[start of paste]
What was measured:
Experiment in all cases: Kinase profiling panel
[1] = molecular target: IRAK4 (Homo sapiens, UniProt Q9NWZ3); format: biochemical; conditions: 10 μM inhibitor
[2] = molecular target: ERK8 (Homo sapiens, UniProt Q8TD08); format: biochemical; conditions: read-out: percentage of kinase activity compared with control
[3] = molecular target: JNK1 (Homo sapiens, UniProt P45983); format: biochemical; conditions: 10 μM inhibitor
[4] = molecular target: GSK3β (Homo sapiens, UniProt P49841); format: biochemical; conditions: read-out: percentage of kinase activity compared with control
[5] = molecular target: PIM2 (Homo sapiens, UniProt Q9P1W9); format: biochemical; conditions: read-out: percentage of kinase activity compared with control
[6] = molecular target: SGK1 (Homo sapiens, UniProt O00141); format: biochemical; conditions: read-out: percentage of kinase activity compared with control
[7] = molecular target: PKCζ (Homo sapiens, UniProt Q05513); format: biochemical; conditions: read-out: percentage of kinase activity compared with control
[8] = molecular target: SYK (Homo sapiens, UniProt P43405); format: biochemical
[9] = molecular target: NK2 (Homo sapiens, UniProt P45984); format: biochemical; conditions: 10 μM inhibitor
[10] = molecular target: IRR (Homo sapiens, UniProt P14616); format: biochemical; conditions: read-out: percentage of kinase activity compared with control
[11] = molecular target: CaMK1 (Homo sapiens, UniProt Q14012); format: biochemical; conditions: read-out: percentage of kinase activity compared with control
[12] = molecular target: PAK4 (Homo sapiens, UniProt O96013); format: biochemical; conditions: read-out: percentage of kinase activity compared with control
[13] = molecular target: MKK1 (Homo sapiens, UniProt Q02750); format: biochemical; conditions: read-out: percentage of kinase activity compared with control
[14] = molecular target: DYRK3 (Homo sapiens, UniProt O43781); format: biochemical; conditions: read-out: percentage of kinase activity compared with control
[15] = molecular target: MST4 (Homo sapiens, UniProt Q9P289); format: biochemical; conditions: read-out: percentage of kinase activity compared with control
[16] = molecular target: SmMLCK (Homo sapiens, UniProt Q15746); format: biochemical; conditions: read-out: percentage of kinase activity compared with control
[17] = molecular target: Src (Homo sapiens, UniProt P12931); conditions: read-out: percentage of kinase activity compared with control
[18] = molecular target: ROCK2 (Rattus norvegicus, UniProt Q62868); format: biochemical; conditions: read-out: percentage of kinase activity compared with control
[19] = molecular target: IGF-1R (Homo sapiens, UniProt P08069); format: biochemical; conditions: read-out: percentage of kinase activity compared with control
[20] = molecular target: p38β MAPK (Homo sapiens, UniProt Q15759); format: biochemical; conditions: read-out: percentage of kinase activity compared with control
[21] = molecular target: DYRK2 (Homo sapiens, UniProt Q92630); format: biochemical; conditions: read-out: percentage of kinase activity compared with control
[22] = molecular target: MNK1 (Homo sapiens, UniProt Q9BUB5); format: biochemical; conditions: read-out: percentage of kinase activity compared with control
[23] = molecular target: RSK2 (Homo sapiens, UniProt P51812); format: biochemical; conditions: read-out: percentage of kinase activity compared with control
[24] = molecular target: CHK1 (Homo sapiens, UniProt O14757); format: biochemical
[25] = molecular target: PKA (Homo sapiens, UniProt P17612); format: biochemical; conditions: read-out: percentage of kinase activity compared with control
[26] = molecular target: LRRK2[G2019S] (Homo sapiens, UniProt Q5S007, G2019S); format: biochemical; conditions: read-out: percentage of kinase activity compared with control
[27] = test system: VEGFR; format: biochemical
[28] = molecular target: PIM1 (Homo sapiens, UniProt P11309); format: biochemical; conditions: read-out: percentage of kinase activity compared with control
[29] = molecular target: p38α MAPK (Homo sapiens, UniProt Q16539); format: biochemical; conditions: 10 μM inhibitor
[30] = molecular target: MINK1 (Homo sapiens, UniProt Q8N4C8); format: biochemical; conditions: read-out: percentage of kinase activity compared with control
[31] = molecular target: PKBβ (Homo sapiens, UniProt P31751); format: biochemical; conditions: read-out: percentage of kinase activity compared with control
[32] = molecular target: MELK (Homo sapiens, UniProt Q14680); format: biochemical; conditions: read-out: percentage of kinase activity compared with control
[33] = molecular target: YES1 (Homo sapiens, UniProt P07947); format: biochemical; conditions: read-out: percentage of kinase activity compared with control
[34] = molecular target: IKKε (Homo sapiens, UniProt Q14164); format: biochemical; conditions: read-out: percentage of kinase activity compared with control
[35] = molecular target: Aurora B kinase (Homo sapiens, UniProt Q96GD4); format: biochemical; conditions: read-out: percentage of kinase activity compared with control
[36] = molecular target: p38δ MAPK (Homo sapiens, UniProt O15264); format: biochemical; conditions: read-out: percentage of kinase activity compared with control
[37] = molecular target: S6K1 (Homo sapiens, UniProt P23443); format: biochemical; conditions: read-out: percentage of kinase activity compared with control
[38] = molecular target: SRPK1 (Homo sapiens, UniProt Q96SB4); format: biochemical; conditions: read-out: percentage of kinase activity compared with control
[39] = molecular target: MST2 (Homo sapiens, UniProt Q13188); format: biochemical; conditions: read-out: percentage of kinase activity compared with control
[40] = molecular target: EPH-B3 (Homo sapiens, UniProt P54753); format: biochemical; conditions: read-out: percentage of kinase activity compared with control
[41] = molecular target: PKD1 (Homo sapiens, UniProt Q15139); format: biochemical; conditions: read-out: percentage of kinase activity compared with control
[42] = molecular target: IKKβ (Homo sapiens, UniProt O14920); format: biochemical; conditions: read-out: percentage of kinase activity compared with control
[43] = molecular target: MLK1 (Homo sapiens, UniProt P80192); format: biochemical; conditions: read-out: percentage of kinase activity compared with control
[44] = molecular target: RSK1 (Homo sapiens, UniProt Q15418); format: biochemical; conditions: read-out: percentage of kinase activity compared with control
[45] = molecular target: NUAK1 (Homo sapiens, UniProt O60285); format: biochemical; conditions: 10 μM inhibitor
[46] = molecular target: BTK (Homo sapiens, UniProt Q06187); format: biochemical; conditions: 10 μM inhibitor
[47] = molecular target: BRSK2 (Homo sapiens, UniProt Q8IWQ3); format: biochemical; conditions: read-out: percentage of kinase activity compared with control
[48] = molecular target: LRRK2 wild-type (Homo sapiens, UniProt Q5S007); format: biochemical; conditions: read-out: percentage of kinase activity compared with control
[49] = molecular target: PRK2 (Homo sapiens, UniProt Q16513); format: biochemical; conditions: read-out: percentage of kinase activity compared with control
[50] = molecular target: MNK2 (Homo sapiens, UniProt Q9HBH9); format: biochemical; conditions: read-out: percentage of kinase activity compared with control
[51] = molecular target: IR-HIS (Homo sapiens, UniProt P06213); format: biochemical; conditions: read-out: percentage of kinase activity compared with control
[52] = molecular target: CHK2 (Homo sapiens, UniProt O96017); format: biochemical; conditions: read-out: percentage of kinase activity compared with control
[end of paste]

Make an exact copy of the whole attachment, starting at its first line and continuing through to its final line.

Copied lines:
What was measured:
Experiment in all cases: Kinase profiling panel
[1] = molecular target: IRAK4 (Homo sapiens, UniProt Q9NWZ3); format: biochemical; conditions: 10 μM inhibitor
[2] = molecular target: ERK8 (Homo sapiens, UniProt Q8TD08); format: biochemical; conditions: read-out: percentage of kinase activity compared with control
[3] = molecular target: JNK1 (Homo sapiens, UniProt P45983); format: biochemical; conditions: 10 μM inhibitor
[4] = molecular target: GSK3β (Homo sapiens, UniProt P49841); format: biochemical; conditions: read-out: percentage of kinase activity compared with control
[5] = molecular target: PIM2 (Homo sapiens, UniProt Q9P1W9); format: biochemical; conditions: read-out: percentage of kinase activity compared with control
[6] = molecular target: SGK1 (Homo sapiens, UniProt O00141); format: biochemical; conditions: read-out: percentage of kinase activity compared with control
[7] = molecular target: PKCζ (Homo sapiens, UniProt Q05513); format: biochemical; conditions: read-out: percentage of kinase activity compared with control
[8] = molecular target: SYK (Homo sapiens, UniProt P43405); format: biochemical
[9] = molecular target: NK2 (Homo sapiens, UniProt P45984); format: biochemical; conditions: 10 μM inhibitor
[10] = molecular target: IRR (Homo sapiens, UniProt P14616); format: biochemical; conditions: read-out: percentage of kinase activity compared with control
[11] = molecular target: CaMK1 (Homo sapiens, UniProt Q14012); format: biochemical; conditions: read-out: percentage of kinase activity compared with control
[12] = molecular target: PAK4 (Homo sapiens, UniProt O96013); format: biochemical; conditions: read-out: percentage of kinase activity compared with control
[13] = molecular target: MKK1 (Homo sapiens, UniProt Q02750); format: biochemical; conditions: read-out: percentage of kinase activity compared with control
[14] = molecular target: DYRK3 (Homo sapiens, UniProt O43781); format: biochemical; conditions: read-out: percentage of kinase activity compared with control
[15] = molecular target: MST4 (Homo sapiens, UniProt Q9P289); format: biochemical; conditions: read-out: percentage of kinase activity compared with control
[16] = molecular target: SmMLCK (Homo sapiens, UniProt Q15746); format: biochemical; conditions: read-out: percentage of kinase activity compared with control
[17] = molecular target: Src (Homo sapiens, UniProt P12931); conditions: read-out: percentage of kinase activity compared with control
[18] = molecular target: ROCK2 (Rattus norvegicus, UniProt Q62868); format: biochemical; conditions: read-out: percentage of kinase activity compared with control
[19] = molecular target: IGF-1R (Homo sapiens, UniProt P08069); format: biochemical; conditions: read-out: percentage of kinase activity compared with control
[20] = molecular target: p38β MAPK (Homo sapiens, UniProt Q15759); format: biochemical; conditions: read-out: percentage of kinase activity compared with control
[21] = molecular target: DYRK2 (Homo sapiens, UniProt Q92630); format: biochemical; conditions: read-out: percentage of kinase activity compared with control
[22] = molecular target: MNK1 (Homo sapiens, UniProt Q9BUB5); format: biochemical; conditions: read-out: percentage of kinase activity compared with control
[23] = molecular target: RSK2 (Homo sapiens, UniProt P51812); format: biochemical; conditions: read-out: percentage of kinase activity compared with control
[24] = molecular target: CHK1 (Homo sapiens, UniProt O14757); format: biochemical
[25] = molecular target: PKA (Homo sapiens, UniProt P17612); format: biochemical; conditions: read-out: percentage of kinase activity compared with control
[26] = molecular target: LRRK2[G2019S] (Homo sapiens, UniProt Q5S007, G2019S); format: biochemical; conditions: read-out: percentage of kinase activity compared with control
[27] = test system: VEGFR; format: biochemical
[28] = molecular target: PIM1 (Homo sapiens, UniProt P11309); format: biochemical; conditions: read-out: percentage of kinase activity compared with control
[29] = molecular target: p38α MAPK (Homo sapiens, UniProt Q16539); format: biochemical; conditions: 10 μM inhibitor
[30] = molecular target: MINK1 (Homo sapiens, UniProt Q8N4C8); format: biochemical; conditions: read-out: percentage of kinase activity compared with control
[31] = molecular target: PKBβ (Homo sapiens, UniProt P31751); format: biochemical; conditions: read-out: percentage of kinase activity compared with control
[32] = molecular target: MELK (Homo sapiens, UniProt Q14680); format: biochemical; conditions: read-out: percentage of kinase activity compared with control
[33] = molecular target: YES1 (Homo sapiens, UniProt P07947); format: biochemical; conditions: read-out: percentage of kinase activity compared with control
[34] = molecular target: IKKε (Homo sapiens, UniProt Q14164); format: biochemical; conditions: read-out: percentage of kinase activity compared with control
[35] = molecular target: Aurora B kinase (Homo sapiens, UniProt Q96GD4); format: biochemical; conditions: read-out: percentage of kinase activity compared with control
[36] = molecular target: p38δ MAPK (Homo sapiens, UniProt O15264); format: biochemical; conditions: read-out: percentage of kinase activity compared with control
[37] = molecular target: S6K1 (Homo sapiens, UniProt P23443); format: biochemical; conditions: read-out: percentage of kinase activity compared with control
[38] = molecular target: SRPK1 (Homo sapiens, UniProt Q96SB4); format: biochemical; conditions: read-out: percentage of kinase activity compared with control
[39] = molecular target: MST2 (Homo sapiens, UniProt Q13188); format: biochemical; conditions: read-out: percentage of kinase activity compared with control
[40] = molecular target: EPH-B3 (Homo sapiens, UniProt P54753); format: biochemical; conditions: read-out: percentage of kinase activity compared with control
[41] = molecular target: PKD1 (Homo sapiens, UniProt Q15139); format: biochemical; conditions: read-out: percentage of kinase activity compared with control
[42] = molecular target: IKKβ (Homo sapiens, UniProt O14920); format: biochemical; conditions: read-out: percentage of kinase activity compared with control
[43] = molecular target: MLK1 (Homo sapiens, UniProt P80192); format: biochemical; conditions: read-out: percentage of kinase activity compared with control
[44] = molecular target: RSK1 (Homo sapiens, UniProt Q15418); format: biochemical; conditions: read-out: percentage of kinase activity compared with control
[45] = molecular target: NUAK1 (Homo sapiens, UniProt O60285); format: biochemical; conditions: 10 μM inhibitor
[46] = molecular target: BTK (Homo sapiens, UniProt Q06187); format: biochemical; conditions: 10 μM inhibitor
[47] = molecular target: BRSK2 (Homo sapiens, UniProt Q8IWQ3); format: biochemical; conditions: read-out: percentage of kinase activity compared with control
[48] = molecular target: LRRK2 wild-type (Homo sapiens, UniProt Q5S007); format: biochemical; conditions: read-out: percentage of kinase activity compared with control
[49] = molecular target: PRK2 (Homo sapiens, UniProt Q16513); format: biochemical; conditions: read-out: percentage of kinase activity compared with control
[50] = molecular target: MNK2 (Homo sapiens, UniProt Q9HBH9); format: biochemical; conditions: read-out: percentage of kinase activity compared with control
[51] = molecular target: IR-HIS (Homo sapiens, UniProt P06213); format: biochemical; conditions: read-out: percentage of kinase activity compared with control
[52] = molecular target: CHK2 (Homo sapiens, UniProt O96017); format: biochemical; conditions: read-out: percentage of kinase activity compared with control